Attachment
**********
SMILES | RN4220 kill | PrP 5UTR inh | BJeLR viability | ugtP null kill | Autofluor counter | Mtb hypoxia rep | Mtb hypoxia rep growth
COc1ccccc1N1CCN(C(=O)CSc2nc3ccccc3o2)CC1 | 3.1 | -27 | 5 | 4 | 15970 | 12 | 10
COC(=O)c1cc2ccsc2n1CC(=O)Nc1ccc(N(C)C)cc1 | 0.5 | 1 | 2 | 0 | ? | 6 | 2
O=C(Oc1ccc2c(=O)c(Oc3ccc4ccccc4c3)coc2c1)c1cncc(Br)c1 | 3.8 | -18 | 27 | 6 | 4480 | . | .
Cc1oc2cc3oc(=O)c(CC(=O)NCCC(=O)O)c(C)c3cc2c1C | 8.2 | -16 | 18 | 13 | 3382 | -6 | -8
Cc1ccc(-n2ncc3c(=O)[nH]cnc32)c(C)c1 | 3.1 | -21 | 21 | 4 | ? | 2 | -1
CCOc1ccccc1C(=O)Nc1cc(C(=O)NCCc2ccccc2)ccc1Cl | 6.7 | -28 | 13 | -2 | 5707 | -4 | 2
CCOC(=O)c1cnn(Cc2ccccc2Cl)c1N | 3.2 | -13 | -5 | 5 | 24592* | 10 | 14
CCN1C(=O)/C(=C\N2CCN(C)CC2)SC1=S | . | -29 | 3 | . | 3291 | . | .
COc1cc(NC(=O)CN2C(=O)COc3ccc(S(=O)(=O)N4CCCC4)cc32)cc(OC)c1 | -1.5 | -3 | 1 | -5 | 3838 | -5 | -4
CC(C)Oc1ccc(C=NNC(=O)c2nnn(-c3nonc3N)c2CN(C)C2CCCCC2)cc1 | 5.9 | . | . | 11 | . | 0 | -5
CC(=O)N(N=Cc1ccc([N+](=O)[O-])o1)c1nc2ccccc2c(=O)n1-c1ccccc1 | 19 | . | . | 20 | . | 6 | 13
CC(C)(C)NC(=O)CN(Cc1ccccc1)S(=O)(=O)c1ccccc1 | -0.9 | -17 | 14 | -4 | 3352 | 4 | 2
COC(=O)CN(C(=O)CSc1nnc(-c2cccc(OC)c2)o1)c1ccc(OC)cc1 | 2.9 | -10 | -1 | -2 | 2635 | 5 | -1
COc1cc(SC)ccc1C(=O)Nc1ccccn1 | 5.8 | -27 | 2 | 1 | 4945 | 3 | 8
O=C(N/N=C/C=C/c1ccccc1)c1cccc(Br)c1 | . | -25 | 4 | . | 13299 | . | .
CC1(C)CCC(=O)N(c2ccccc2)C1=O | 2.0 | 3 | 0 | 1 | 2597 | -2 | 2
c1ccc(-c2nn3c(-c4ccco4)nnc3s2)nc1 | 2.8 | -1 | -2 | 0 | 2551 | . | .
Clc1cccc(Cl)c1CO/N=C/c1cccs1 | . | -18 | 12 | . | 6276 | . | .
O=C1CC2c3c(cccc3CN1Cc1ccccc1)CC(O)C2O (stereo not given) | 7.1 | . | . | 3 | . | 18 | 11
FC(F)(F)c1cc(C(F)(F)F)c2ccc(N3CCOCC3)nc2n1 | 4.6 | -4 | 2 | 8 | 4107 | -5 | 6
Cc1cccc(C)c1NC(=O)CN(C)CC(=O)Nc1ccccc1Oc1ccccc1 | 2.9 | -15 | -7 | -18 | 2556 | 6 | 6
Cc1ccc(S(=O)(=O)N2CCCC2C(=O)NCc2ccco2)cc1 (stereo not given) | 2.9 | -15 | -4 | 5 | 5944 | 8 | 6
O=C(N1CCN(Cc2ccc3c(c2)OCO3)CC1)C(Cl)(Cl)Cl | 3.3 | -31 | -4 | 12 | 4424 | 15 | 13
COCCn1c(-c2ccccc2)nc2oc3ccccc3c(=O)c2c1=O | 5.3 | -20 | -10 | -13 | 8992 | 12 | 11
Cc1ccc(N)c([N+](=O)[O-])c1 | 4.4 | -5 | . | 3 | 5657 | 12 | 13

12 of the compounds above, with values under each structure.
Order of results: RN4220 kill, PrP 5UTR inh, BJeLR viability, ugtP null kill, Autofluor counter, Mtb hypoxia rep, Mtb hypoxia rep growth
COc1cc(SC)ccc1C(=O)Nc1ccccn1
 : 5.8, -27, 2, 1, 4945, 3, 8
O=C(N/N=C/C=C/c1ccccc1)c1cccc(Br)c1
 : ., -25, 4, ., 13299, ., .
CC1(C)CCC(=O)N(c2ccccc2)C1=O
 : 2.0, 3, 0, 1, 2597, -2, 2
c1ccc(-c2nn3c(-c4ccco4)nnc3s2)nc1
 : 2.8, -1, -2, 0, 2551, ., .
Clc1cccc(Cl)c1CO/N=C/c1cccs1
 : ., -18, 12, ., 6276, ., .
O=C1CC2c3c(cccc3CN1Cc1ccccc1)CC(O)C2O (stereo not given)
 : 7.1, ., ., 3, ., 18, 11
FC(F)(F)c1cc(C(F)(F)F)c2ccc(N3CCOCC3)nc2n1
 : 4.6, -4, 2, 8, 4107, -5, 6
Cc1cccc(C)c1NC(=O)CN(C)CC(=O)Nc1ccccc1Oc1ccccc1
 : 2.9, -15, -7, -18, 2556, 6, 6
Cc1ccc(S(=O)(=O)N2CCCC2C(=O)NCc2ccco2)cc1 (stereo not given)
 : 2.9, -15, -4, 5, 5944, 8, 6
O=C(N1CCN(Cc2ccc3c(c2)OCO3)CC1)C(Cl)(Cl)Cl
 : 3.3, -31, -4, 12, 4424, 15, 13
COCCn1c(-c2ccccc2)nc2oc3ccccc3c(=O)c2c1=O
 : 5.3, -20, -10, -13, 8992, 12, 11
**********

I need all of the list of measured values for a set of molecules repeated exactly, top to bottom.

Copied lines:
SMILES | RN4220 kill | PrP 5UTR inh | BJeLR viability | ugtP null kill | Autofluor counter | Mtb hypoxia rep | Mtb hypoxia rep growth
COc1ccccc1N1CCN(C(=O)CSc2nc3ccccc3o2)CC1 | 3.1 | -27 | 5 | 4 | 15970 | 12 | 10
COC(=O)c1cc2ccsc2n1CC(=O)Nc1ccc(N(C)C)cc1 | 0.5 | 1 | 2 | 0 | ? | 6 | 2
O=C(Oc1ccc2c(=O)c(Oc3ccc4ccccc4c3)coc2c1)c1cncc(Br)c1 | 3.8 | -18 | 27 | 6 | 4480 | . | .
Cc1oc2cc3oc(=O)c(CC(=O)NCCC(=O)O)c(C)c3cc2c1C | 8.2 | -16 | 18 | 13 | 3382 | -6 | -8
Cc1ccc(-n2ncc3c(=O)[nH]cnc32)c(C)c1 | 3.1 | -21 | 21 | 4 | ? | 2 | -1
CCOc1ccccc1C(=O)Nc1cc(C(=O)NCCc2ccccc2)ccc1Cl | 6.7 | -28 | 13 | -2 | 5707 | -4 | 2
CCOC(=O)c1cnn(Cc2ccccc2Cl)c1N | 3.2 | -13 | -5 | 5 | 24592* | 10 | 14
CCN1C(=O)/C(=C\N2CCN(C)CC2)SC1=S | . | -29 | 3 | . | 3291 | . | .
COc1cc(NC(=O)CN2C(=O)COc3ccc(S(=O)(=O)N4CCCC4)cc32)cc(OC)c1 | -1.5 | -3 | 1 | -5 | 3838 | -5 | -4
CC(C)Oc1ccc(C=NNC(=O)c2nnn(-c3nonc3N)c2CN(C)C2CCCCC2)cc1 | 5.9 | . | . | 11 | . | 0 | -5
CC(=O)N(N=Cc1ccc([N+](=O)[O-])o1)c1nc2ccccc2c(=O)n1-c1ccccc1 | 19 | . | . | 20 | . | 6 | 13
CC(C)(C)NC(=O)CN(Cc1ccccc1)S(=O)(=O)c1ccccc1 | -0.9 | -17 | 14 | -4 | 3352 | 4 | 2
COC(=O)CN(C(=O)CSc1nnc(-c2cccc(OC)c2)o1)c1ccc(OC)cc1 | 2.9 | -10 | -1 | -2 | 2635 | 5 | -1
COc1cc(SC)ccc1C(=O)Nc1ccccn1 | 5.8 | -27 | 2 | 1 | 4945 | 3 | 8
O=C(N/N=C/C=C/c1ccccc1)c1cccc(Br)c1 | . | -25 | 4 | . | 13299 | . | .
CC1(C)CCC(=O)N(c2ccccc2)C1=O | 2.0 | 3 | 0 | 1 | 2597 | -2 | 2
c1ccc(-c2nn3c(-c4ccco4)nnc3s2)nc1 | 2.8 | -1 | -2 | 0 | 2551 | . | .
Clc1cccc(Cl)c1CO/N=C/c1cccs1 | . | -18 | 12 | . | 6276 | . | .
O=C1CC2c3c(cccc3CN1Cc1ccccc1)CC(O)C2O (stereo not given) | 7.1 | . | . | 3 | . | 18 | 11
FC(F)(F)c1cc(C(F)(F)F)c2ccc(N3CCOCC3)nc2n1 | 4.6 | -4 | 2 | 8 | 4107 | -5 | 6
Cc1cccc(C)c1NC(=O)CN(C)CC(=O)Nc1ccccc1Oc1ccccc1 | 2.9 | -15 | -7 | -18 | 2556 | 6 | 6
Cc1ccc(S(=O)(=O)N2CCCC2C(=O)NCc2ccco2)cc1 (stereo not given) | 2.9 | -15 | -4 | 5 | 5944 | 8 | 6
O=C(N1CCN(Cc2ccc3c(c2)OCO3)CC1)C(Cl)(Cl)Cl | 3.3 | -31 | -4 | 12 | 4424 | 15 | 13
COCCn1c(-c2ccccc2)nc2oc3ccccc3c(=O)c2c1=O | 5.3 | -20 | -10 | -13 | 8992 | 12 | 11
Cc1ccc(N)c([N+](=O)[O-])c1 | 4.4 | -5 | . | 3 | 5657 | 12 | 13

12 of the compounds above, with values under each structure.
Order of results: RN4220 kill, PrP 5UTR inh, BJeLR viability, ugtP null kill, Autofluor counter, Mtb hypoxia rep, Mtb hypoxia rep growth
COc1cc(SC)ccc1C(=O)Nc1ccccn1
 : 5.8, -27, 2, 1, 4945, 3, 8
O=C(N/N=C/C=C/c1ccccc1)c1cccc(Br)c1
 : ., -25, 4, ., 13299, ., .
CC1(C)CCC(=O)N(c2ccccc2)C1=O
 : 2.0, 3, 0, 1, 2597, -2, 2
c1ccc(-c2nn3c(-c4ccco4)nnc3s2)nc1
 : 2.8, -1, -2, 0, 2551, ., .
Clc1cccc(Cl)c1CO/N=C/c1cccs1
 : ., -18, 12, ., 6276, ., .
O=C1CC2c3c(cccc3CN1Cc1ccccc1)CC(O)C2O (stereo not given)
 : 7.1, ., ., 3, ., 18, 11
FC(F)(F)c1cc(C(F)(F)F)c2ccc(N3CCOCC3)nc2n1
 : 4.6, -4, 2, 8, 4107, -5, 6
Cc1cccc(C)c1NC(=O)CN(C)CC(=O)Nc1ccccc1Oc1ccccc1
 : 2.9, -15, -7, -18, 2556, 6, 6
Cc1ccc(S(=O)(=O)N2CCCC2C(=O)NCc2ccco2)cc1 (stereo not given)
 : 2.9, -15, -4, 5, 5944, 8, 6
O=C(N1CCN(Cc2ccc3c(c2)OCO3)CC1)C(Cl)(Cl)Cl
 : 3.3, -31, -4, 12, 4424, 15, 13
COCCn1c(-c2ccccc2)nc2oc3ccccc3c(=O)c2c1=O
 : 5.3, -20, -10, -13, 8992, 12, 11